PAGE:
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PT Part 2: pain management skills

I have a pretty high tolerance for pain which is great for pushing through life things but not so great for diagnosis.

Sudden pain is something i typically notice, but sometimes it doesn't register as actual pain but just a different sensation, and then when the pain goes away, i can forget that it happened in the first place.  Chronic pain, depending on the degree, is something that I have a tendency to adapt to in my lifestyle to a point where it can sometimes take a while to register that pain is actually happening.

Today, one of fhe first things that my physical therapist Renee asked me (who is the only person i know who regularly calls me Mr. Lee) asked me where i was on the pain scale from 1 to 10.  And i had to stop and think about it for several seconds before coming up with the answer of "2" - even though a part of my mind felt like the answer was 0, which i knew to be false.  At the end of the sessioni she asked me again, and I struggled to find the right answer because i couldn't exactly remember how i felt walking in.  I ended up saying, "two point two."

PT has already been successful in some way then, because it's recalibrating and refining my brain to be more aware of my body in ways that I've gotten much better about in the past decade (versus when i was a total ignorant about my body when i was a teenager) but still could use further fine-tuning and focus.  I did a lot of new exercises today where i had to consciously remind myself to try to relax my shoulders (which are never ever relaxed) and she did a lot of new pressure touching and massaging asking me "does that increase or decrease your level of pain (as opposed to mere pressure)" that could take me a good 5-10 seconds of evaluation to answer because i'm so used to ignoring pain.  I need to change that so that relaxing and pain monitoring is the instinct as opposed to the conscious effort.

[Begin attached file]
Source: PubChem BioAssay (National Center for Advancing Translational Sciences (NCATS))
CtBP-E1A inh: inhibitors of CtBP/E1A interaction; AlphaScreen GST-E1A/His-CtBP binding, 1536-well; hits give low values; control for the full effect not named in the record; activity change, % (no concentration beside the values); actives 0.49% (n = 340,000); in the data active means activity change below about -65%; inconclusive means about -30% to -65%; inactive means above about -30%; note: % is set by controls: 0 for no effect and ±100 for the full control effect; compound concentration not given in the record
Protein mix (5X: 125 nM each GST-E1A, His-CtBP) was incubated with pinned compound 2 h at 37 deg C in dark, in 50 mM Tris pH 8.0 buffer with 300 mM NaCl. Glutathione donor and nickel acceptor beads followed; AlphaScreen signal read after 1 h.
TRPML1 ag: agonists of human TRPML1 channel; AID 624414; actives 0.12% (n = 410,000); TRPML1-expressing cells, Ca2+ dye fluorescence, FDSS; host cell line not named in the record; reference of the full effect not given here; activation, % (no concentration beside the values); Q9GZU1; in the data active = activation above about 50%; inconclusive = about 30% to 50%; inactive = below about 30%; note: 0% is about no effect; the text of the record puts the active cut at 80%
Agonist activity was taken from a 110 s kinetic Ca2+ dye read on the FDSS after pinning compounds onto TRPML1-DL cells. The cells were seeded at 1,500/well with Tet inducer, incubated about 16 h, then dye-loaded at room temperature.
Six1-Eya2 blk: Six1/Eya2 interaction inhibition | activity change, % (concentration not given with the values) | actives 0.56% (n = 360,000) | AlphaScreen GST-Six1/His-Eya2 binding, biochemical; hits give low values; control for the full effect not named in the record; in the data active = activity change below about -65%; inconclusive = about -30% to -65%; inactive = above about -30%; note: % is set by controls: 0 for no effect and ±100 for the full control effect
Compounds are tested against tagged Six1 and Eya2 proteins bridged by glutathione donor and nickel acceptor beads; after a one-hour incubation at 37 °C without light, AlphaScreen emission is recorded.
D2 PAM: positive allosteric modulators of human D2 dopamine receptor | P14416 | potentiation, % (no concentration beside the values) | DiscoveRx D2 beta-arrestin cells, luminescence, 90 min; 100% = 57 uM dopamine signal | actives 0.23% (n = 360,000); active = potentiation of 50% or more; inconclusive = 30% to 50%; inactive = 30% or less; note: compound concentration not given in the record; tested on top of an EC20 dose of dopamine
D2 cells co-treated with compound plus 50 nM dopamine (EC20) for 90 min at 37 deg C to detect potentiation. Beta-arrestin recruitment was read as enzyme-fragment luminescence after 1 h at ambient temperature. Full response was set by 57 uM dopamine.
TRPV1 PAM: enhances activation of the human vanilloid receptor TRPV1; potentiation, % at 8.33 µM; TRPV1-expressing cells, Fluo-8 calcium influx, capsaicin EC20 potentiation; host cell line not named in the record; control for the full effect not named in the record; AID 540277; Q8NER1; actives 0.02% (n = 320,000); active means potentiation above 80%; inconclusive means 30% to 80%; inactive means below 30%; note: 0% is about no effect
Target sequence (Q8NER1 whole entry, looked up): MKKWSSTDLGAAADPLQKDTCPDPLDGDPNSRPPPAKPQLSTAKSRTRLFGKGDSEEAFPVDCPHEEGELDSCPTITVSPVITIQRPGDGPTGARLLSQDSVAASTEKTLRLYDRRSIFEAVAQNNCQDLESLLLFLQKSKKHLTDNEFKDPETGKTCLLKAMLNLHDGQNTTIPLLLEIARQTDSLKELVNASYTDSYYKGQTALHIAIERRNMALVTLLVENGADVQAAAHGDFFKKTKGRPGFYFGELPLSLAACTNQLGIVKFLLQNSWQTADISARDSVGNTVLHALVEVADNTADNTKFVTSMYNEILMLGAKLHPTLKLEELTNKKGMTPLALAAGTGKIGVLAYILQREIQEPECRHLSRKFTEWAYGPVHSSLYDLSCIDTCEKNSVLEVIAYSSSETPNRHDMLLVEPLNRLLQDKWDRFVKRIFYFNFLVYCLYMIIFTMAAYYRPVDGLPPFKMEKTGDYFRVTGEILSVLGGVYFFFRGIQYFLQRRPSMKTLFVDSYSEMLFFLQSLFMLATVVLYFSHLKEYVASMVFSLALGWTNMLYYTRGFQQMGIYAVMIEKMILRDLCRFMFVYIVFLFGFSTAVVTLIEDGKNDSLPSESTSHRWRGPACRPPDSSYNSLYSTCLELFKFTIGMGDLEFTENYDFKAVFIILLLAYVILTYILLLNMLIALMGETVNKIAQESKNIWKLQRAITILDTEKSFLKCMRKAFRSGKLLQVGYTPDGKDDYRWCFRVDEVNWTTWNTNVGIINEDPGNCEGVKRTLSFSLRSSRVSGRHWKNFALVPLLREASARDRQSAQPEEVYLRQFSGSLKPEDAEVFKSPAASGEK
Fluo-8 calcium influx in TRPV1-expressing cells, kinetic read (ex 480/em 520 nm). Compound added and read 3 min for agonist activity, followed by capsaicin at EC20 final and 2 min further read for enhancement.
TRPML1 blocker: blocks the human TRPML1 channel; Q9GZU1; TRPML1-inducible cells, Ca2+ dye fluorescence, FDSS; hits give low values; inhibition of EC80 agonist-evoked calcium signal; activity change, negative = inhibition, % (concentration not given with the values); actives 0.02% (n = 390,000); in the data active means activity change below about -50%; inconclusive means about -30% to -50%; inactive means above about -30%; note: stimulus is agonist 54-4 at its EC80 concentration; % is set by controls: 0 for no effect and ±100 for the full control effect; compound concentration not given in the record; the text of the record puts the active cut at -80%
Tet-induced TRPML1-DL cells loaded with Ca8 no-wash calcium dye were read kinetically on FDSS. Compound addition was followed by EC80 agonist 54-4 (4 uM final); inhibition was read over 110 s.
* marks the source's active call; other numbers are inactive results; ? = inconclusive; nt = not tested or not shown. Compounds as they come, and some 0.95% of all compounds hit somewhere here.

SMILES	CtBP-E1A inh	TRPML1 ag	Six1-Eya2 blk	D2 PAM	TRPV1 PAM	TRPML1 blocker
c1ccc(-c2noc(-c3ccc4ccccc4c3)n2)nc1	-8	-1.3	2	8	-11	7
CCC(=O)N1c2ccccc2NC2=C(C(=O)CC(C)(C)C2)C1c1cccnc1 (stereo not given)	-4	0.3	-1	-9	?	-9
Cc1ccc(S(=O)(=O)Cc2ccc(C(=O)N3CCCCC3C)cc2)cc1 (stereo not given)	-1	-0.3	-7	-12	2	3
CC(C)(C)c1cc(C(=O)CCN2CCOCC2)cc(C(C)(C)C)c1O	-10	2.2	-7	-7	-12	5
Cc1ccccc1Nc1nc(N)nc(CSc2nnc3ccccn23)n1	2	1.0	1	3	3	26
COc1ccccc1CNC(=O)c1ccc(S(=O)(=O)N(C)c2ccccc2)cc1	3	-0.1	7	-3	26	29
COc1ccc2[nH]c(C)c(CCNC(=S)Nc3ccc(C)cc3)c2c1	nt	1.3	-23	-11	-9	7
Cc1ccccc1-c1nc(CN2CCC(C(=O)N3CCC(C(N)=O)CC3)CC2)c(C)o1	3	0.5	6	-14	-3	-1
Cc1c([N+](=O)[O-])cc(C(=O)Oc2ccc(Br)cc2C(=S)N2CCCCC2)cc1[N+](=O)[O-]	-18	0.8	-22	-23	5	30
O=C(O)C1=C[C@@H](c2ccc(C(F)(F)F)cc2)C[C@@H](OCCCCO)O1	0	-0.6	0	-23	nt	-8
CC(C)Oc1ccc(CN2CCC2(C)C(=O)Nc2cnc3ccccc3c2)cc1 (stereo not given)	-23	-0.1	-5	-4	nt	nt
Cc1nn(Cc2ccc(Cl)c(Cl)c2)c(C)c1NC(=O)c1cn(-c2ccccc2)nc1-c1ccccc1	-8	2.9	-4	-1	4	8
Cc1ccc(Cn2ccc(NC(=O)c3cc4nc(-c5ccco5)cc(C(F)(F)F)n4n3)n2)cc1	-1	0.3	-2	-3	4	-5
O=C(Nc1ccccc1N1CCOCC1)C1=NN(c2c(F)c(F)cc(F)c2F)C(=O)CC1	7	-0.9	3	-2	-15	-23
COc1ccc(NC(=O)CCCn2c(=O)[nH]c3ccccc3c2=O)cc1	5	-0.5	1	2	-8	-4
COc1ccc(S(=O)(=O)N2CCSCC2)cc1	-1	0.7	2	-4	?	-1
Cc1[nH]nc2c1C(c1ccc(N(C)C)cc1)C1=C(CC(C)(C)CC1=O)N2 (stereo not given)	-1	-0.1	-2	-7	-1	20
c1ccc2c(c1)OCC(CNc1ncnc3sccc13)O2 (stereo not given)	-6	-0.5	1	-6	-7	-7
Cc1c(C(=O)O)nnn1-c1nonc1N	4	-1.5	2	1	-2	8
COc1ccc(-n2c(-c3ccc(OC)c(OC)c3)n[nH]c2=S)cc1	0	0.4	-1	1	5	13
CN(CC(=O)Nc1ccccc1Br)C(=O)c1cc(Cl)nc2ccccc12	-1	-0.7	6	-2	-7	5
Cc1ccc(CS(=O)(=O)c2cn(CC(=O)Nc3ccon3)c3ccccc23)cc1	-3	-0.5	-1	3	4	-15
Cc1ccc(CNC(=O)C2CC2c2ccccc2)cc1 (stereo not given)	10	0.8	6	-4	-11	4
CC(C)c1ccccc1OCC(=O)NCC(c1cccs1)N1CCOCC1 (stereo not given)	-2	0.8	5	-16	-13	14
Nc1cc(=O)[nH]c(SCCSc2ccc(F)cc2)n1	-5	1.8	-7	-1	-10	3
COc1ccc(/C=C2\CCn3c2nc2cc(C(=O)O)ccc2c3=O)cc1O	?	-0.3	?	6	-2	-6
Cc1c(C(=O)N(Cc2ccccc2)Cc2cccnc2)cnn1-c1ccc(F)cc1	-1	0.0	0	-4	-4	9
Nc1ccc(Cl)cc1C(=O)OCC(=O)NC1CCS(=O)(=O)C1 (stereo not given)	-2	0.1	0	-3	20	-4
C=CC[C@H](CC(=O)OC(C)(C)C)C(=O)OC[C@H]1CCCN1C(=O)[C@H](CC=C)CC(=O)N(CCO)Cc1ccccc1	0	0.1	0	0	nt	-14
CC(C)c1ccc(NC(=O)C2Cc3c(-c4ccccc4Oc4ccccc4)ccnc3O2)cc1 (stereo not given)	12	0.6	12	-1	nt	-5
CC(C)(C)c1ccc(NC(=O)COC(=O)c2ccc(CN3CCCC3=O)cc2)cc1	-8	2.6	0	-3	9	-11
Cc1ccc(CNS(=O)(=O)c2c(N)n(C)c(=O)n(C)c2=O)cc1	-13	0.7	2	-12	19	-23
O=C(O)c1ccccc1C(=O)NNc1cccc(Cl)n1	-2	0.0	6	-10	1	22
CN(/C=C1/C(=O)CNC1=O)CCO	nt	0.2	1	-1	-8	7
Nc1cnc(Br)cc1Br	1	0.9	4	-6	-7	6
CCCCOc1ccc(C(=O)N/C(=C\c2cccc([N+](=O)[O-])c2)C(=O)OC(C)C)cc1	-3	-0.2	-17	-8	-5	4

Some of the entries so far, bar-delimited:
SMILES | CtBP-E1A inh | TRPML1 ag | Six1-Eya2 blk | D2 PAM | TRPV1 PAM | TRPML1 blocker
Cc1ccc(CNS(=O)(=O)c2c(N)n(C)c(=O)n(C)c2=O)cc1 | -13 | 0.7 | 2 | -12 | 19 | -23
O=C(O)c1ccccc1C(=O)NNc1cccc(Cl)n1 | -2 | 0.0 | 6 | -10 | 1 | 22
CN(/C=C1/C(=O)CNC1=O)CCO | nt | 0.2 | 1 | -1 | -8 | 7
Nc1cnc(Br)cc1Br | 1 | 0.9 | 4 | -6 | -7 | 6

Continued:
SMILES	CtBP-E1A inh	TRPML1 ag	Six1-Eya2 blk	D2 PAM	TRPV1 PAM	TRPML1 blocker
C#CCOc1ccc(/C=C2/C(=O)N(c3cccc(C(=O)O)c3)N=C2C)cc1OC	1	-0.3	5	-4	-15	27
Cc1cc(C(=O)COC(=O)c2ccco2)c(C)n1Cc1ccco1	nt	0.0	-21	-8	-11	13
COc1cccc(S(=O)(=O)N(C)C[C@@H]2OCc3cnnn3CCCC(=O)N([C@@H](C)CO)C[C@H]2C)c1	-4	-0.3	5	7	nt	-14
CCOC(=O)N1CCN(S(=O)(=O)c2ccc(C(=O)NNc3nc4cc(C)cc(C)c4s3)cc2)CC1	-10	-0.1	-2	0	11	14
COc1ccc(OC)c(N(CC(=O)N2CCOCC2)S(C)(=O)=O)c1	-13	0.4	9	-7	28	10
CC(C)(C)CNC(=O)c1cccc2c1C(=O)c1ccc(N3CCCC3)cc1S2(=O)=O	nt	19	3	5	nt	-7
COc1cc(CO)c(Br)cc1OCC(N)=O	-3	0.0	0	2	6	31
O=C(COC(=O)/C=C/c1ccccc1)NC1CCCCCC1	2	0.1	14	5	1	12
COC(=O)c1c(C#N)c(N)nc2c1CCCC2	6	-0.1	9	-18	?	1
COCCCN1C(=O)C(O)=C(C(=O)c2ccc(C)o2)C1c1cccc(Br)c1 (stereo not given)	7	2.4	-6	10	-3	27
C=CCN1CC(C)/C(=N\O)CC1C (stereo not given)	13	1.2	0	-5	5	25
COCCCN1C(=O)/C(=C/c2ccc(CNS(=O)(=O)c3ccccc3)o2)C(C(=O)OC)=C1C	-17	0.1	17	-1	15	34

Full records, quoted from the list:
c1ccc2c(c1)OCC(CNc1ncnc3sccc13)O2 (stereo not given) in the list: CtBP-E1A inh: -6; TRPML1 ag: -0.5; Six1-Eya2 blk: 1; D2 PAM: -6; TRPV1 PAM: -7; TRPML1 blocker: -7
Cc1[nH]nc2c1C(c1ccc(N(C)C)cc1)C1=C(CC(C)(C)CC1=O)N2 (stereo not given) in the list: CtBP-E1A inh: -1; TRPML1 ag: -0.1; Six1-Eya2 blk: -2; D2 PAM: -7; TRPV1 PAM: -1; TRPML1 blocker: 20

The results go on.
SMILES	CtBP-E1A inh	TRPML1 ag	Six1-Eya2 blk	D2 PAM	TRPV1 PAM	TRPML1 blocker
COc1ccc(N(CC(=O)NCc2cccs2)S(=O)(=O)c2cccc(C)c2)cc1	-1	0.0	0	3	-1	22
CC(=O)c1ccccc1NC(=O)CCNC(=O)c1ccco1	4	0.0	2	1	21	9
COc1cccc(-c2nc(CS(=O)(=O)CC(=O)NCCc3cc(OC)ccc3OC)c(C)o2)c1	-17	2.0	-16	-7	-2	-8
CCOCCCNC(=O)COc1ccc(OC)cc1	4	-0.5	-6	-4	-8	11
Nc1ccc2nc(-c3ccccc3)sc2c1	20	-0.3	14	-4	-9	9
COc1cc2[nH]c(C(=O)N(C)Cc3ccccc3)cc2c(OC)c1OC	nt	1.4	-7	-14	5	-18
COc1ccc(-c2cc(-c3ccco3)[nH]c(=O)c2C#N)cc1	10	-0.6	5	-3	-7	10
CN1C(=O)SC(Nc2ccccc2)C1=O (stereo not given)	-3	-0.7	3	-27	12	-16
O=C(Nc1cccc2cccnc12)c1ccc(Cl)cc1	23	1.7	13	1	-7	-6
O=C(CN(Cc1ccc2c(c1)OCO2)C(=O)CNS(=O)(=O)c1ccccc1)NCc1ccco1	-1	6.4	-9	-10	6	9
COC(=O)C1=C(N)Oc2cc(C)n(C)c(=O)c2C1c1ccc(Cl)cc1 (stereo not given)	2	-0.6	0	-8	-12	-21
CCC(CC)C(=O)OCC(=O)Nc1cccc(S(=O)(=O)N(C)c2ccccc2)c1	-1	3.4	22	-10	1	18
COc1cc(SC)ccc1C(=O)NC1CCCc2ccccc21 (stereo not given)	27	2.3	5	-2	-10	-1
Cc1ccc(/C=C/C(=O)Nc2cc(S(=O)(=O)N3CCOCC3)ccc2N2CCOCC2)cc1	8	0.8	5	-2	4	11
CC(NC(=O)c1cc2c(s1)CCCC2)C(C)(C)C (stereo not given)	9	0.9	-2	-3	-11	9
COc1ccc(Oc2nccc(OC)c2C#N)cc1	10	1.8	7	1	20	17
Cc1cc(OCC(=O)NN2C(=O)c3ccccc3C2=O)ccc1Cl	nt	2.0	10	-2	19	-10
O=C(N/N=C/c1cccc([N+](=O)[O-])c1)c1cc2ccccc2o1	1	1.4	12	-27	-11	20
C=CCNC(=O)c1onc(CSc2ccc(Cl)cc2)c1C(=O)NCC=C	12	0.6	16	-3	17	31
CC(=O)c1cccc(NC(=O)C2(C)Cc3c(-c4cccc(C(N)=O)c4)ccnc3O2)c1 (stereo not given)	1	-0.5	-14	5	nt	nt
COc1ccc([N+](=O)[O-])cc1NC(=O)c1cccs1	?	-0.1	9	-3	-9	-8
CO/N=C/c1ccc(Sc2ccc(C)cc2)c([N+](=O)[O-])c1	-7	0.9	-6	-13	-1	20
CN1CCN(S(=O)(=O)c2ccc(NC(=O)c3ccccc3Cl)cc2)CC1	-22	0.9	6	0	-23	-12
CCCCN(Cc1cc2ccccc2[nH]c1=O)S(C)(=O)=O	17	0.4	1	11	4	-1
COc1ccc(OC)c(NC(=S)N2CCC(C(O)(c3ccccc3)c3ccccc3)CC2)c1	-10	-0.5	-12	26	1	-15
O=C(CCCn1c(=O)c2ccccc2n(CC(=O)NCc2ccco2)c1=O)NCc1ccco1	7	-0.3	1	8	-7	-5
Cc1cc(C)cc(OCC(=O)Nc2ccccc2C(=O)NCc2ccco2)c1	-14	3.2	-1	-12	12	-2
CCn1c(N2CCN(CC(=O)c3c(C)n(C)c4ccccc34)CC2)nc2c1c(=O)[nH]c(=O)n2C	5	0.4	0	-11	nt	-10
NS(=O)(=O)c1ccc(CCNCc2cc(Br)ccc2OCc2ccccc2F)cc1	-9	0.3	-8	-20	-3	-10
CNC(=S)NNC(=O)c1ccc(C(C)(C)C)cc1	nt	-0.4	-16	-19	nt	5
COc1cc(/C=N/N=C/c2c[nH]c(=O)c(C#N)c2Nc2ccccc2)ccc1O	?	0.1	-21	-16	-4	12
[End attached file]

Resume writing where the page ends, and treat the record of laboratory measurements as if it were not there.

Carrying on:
Not that i don't want to lose my ability to ignore it when i want to; i love my high pain tolerance, not only is it important so that i can function in my current condition more optimally than if i didn't have it, but it allows me to relish that pain in the context of pushing myself in physical exertion and focus past it to reach certain goals.  But i also want to be able to switch that tolernace on and off at will, to register the pain for its intended and practical purpose of being a diagnosis mechanism, and also in particular to learn how to register the pain in my shoulders in such a way that i have no choice but to learn to relax them long-term.

I'm kind of ready to start a regimen that's linked to the mental part of my PT routine or maybe more accurately the link between the physical and the mental.  I also need to start a serious documentation of self-diagnosis so that Renee can be better guided to how to help me.  I know that in her position i would want data data data, and i need to place myself in a position where i can give her that as much and as accurately as possible.

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March 2017